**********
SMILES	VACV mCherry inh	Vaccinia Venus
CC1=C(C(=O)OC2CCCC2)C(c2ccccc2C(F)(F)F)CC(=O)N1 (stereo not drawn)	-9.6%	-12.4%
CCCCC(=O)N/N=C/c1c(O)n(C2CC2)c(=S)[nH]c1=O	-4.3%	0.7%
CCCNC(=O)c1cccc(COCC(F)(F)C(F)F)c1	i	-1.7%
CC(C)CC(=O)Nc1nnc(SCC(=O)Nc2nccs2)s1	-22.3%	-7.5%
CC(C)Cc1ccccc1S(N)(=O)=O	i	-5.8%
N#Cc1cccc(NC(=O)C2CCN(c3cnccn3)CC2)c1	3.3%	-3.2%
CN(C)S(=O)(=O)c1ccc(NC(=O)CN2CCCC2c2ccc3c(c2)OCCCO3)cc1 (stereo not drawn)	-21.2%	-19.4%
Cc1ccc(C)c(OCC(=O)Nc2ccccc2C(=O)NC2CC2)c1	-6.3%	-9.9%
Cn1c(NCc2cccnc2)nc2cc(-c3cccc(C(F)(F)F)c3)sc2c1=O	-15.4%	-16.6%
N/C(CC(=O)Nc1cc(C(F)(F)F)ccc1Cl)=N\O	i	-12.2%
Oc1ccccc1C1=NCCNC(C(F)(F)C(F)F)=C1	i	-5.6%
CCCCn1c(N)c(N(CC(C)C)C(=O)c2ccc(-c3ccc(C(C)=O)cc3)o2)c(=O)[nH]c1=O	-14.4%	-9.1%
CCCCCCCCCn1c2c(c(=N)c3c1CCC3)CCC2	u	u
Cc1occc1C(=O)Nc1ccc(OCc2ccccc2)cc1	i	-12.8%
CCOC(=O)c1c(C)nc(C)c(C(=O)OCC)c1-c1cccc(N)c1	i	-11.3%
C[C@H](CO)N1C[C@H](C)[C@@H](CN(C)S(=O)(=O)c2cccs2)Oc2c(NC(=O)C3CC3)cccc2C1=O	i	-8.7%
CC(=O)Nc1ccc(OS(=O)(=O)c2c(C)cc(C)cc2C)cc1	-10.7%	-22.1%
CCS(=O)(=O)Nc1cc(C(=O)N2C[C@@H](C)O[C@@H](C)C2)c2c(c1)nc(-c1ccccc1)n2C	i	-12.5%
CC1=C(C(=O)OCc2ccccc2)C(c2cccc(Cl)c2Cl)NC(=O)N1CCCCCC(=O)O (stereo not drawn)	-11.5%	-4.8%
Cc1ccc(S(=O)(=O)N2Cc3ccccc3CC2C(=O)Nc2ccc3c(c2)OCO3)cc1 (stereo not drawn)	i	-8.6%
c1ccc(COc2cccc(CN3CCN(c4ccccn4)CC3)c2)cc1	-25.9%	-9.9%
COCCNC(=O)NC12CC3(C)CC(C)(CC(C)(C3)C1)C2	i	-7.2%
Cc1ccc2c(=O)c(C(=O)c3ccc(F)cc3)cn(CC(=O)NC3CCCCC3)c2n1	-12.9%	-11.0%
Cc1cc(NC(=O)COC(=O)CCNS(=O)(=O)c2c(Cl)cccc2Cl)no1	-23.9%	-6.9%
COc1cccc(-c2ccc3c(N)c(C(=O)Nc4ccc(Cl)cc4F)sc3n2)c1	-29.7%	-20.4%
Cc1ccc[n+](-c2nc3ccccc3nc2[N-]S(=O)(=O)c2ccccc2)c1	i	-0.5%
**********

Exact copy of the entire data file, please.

SMILES	VACV mCherry inh	Vaccinia Venus
CC1=C(C(=O)OC2CCCC2)C(c2ccccc2C(F)(F)F)CC(=O)N1 (stereo not drawn)	-9.6%	-12.4%
CCCCC(=O)N/N=C/c1c(O)n(C2CC2)c(=S)[nH]c1=O	-4.3%	0.7%
CCCNC(=O)c1cccc(COCC(F)(F)C(F)F)c1	i	-1.7%
CC(C)CC(=O)Nc1nnc(SCC(=O)Nc2nccs2)s1	-22.3%	-7.5%
CC(C)Cc1ccccc1S(N)(=O)=O	i	-5.8%
N#Cc1cccc(NC(=O)C2CCN(c3cnccn3)CC2)c1	3.3%	-3.2%
CN(C)S(=O)(=O)c1ccc(NC(=O)CN2CCCC2c2ccc3c(c2)OCCCO3)cc1 (stereo not drawn)	-21.2%	-19.4%
Cc1ccc(C)c(OCC(=O)Nc2ccccc2C(=O)NC2CC2)c1	-6.3%	-9.9%
Cn1c(NCc2cccnc2)nc2cc(-c3cccc(C(F)(F)F)c3)sc2c1=O	-15.4%	-16.6%
N/C(CC(=O)Nc1cc(C(F)(F)F)ccc1Cl)=N\O	i	-12.2%
Oc1ccccc1C1=NCCNC(C(F)(F)C(F)F)=C1	i	-5.6%
CCCCn1c(N)c(N(CC(C)C)C(=O)c2ccc(-c3ccc(C(C)=O)cc3)o2)c(=O)[nH]c1=O	-14.4%	-9.1%
CCCCCCCCCn1c2c(c(=N)c3c1CCC3)CCC2	u	u
Cc1occc1C(=O)Nc1ccc(OCc2ccccc2)cc1	i	-12.8%
CCOC(=O)c1c(C)nc(C)c(C(=O)OCC)c1-c1cccc(N)c1	i	-11.3%
C[C@H](CO)N1C[C@H](C)[C@@H](CN(C)S(=O)(=O)c2cccs2)Oc2c(NC(=O)C3CC3)cccc2C1=O	i	-8.7%
CC(=O)Nc1ccc(OS(=O)(=O)c2c(C)cc(C)cc2C)cc1	-10.7%	-22.1%
CCS(=O)(=O)Nc1cc(C(=O)N2C[C@@H](C)O[C@@H](C)C2)c2c(c1)nc(-c1ccccc1)n2C	i	-12.5%
CC1=C(C(=O)OCc2ccccc2)C(c2cccc(Cl)c2Cl)NC(=O)N1CCCCCC(=O)O (stereo not drawn)	-11.5%	-4.8%
Cc1ccc(S(=O)(=O)N2Cc3ccccc3CC2C(=O)Nc2ccc3c(c2)OCO3)cc1 (stereo not drawn)	i	-8.6%
c1ccc(COc2cccc(CN3CCN(c4ccccn4)CC3)c2)cc1	-25.9%	-9.9%
COCCNC(=O)NC12CC3(C)CC(C)(CC(C)(C3)C1)C2	i	-7.2%
Cc1ccc2c(=O)c(C(=O)c3ccc(F)cc3)cn(CC(=O)NC3CCCCC3)c2n1	-12.9%	-11.0%
Cc1cc(NC(=O)COC(=O)CCNS(=O)(=O)c2c(Cl)cccc2Cl)no1	-23.9%	-6.9%
COc1cccc(-c2ccc3c(N)c(C(=O)Nc4ccc(Cl)cc4F)sc3n2)c1	-29.7%	-20.4%
Cc1ccc[n+](-c2nc3ccccc3nc2[N-]S(=O)(=O)c2ccccc2)c1	i	-0.5%